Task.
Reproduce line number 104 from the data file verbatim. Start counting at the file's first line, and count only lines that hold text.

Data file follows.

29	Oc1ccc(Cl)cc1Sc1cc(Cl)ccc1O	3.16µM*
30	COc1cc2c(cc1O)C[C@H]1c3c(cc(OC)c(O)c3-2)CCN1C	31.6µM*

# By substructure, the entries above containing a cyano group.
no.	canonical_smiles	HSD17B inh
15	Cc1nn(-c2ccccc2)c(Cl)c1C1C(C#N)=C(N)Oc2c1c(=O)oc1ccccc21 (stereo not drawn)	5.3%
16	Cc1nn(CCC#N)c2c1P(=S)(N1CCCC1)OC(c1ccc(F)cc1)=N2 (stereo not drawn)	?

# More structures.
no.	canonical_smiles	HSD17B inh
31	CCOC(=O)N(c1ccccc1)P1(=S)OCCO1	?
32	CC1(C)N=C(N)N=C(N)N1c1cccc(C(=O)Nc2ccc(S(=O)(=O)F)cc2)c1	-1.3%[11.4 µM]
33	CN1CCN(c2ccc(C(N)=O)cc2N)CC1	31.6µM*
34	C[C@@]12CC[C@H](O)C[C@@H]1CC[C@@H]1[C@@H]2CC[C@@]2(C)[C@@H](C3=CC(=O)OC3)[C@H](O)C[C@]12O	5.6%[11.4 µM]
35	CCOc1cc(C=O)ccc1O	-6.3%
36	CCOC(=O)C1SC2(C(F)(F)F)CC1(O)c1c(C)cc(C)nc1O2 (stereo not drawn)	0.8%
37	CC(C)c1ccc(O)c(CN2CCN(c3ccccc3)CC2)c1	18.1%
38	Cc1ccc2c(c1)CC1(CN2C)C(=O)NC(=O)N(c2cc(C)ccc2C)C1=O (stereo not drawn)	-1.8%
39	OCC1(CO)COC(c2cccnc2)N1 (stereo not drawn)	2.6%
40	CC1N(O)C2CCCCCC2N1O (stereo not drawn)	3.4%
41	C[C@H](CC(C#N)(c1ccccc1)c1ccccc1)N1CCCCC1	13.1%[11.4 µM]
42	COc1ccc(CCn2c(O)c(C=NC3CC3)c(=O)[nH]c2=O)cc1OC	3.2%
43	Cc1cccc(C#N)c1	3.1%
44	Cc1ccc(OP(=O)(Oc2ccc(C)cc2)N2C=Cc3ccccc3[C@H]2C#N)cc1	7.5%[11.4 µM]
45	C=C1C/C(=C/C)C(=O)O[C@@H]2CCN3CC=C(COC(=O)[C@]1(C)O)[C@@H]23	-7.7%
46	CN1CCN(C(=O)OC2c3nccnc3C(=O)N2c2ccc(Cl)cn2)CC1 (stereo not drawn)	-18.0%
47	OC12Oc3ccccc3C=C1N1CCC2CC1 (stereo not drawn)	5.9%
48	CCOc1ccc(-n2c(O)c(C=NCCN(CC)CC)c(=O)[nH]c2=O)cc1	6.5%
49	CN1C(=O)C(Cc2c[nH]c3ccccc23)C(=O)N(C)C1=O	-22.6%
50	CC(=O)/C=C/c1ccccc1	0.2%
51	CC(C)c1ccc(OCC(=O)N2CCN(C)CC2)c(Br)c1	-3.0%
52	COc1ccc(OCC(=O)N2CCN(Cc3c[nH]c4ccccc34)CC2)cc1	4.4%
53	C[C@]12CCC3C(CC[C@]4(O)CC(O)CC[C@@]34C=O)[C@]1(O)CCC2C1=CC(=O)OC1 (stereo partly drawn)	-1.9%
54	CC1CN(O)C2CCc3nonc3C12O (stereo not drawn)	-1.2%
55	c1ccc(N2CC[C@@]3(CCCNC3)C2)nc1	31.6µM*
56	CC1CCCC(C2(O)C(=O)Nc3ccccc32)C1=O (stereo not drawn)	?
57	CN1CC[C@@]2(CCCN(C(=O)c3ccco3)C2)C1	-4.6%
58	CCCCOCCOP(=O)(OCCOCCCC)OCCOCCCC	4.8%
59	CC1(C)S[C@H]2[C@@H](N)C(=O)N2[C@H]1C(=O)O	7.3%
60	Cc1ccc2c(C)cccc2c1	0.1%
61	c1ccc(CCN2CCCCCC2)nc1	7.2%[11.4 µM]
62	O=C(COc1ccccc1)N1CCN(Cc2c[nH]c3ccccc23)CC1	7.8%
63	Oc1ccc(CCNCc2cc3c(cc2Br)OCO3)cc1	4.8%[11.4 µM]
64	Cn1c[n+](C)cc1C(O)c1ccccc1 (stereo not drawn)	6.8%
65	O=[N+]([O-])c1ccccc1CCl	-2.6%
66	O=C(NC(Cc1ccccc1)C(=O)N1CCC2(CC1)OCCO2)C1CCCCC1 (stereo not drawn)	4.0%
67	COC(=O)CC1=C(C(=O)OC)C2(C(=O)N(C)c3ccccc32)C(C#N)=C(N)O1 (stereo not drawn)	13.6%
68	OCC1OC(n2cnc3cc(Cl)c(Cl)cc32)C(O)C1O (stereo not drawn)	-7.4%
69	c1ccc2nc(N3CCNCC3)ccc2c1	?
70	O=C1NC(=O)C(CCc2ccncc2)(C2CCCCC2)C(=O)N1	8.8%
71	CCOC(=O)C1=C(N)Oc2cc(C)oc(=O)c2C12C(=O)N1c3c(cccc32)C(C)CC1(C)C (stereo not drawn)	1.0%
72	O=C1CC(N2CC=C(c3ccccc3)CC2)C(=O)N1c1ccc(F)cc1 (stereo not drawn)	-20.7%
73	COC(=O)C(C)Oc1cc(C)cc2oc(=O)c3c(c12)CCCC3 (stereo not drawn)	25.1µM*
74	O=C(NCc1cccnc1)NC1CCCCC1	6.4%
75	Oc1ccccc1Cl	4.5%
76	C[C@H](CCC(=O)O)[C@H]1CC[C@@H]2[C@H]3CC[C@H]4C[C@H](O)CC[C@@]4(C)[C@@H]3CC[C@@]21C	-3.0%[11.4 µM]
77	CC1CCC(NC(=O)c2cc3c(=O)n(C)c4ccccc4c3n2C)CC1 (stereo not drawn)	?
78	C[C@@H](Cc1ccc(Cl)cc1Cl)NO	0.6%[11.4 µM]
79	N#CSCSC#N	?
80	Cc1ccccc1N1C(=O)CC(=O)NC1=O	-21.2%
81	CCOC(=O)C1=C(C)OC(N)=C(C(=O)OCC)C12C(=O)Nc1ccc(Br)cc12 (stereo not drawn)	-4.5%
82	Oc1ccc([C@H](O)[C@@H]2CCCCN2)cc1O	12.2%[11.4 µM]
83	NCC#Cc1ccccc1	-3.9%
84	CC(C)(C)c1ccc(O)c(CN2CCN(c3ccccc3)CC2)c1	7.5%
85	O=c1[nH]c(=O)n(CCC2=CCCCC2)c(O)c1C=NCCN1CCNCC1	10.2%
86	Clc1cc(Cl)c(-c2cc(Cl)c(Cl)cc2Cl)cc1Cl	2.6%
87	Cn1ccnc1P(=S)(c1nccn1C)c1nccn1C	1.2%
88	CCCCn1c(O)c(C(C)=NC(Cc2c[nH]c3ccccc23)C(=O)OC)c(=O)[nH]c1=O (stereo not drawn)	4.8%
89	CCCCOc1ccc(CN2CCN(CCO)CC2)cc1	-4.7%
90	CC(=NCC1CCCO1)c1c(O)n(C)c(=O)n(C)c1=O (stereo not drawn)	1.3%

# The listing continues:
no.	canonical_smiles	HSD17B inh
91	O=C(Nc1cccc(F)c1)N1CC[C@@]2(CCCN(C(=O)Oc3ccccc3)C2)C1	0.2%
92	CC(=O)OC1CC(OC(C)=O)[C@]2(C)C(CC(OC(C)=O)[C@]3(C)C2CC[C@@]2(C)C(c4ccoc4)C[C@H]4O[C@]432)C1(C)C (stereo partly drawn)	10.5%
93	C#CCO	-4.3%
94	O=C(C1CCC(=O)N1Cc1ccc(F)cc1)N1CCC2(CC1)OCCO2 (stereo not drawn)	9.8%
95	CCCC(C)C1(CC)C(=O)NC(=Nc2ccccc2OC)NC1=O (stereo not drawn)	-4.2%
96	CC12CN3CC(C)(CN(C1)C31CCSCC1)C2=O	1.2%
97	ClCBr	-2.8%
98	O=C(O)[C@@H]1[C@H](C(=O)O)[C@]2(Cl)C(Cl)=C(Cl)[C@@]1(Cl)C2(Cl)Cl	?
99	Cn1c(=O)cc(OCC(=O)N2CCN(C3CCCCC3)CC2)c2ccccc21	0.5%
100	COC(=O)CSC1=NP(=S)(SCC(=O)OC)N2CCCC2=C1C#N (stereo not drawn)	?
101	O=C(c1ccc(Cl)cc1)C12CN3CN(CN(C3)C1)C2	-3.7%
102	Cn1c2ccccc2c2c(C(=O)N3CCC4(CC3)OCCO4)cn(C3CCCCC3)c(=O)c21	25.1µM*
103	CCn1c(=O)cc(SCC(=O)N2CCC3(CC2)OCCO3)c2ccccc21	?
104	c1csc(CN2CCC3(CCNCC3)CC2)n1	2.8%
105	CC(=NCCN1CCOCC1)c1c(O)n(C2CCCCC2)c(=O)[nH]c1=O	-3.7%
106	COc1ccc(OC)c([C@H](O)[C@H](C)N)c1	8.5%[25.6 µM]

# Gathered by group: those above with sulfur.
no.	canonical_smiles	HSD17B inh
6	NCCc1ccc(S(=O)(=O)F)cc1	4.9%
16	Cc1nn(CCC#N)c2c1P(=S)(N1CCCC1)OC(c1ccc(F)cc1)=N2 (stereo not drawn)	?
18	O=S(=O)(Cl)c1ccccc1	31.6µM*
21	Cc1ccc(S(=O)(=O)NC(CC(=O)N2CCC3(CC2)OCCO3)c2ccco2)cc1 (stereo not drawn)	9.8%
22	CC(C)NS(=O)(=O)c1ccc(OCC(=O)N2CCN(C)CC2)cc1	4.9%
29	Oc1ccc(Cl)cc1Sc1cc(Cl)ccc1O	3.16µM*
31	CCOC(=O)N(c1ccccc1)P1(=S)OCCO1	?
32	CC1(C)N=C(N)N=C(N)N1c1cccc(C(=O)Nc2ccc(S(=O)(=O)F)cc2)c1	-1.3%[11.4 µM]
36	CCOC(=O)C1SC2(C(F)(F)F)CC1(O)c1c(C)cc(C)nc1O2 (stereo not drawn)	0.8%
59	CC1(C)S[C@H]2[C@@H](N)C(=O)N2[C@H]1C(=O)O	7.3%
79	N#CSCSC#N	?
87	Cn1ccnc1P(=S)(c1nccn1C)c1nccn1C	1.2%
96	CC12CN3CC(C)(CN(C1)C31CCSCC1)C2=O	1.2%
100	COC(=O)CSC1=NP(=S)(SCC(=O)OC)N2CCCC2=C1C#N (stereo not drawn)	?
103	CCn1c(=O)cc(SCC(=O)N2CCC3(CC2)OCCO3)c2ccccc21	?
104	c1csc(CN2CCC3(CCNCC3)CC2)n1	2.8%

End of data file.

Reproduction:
104	c1csc(CN2CCC3(CCNCC3)CC2)n1	2.8%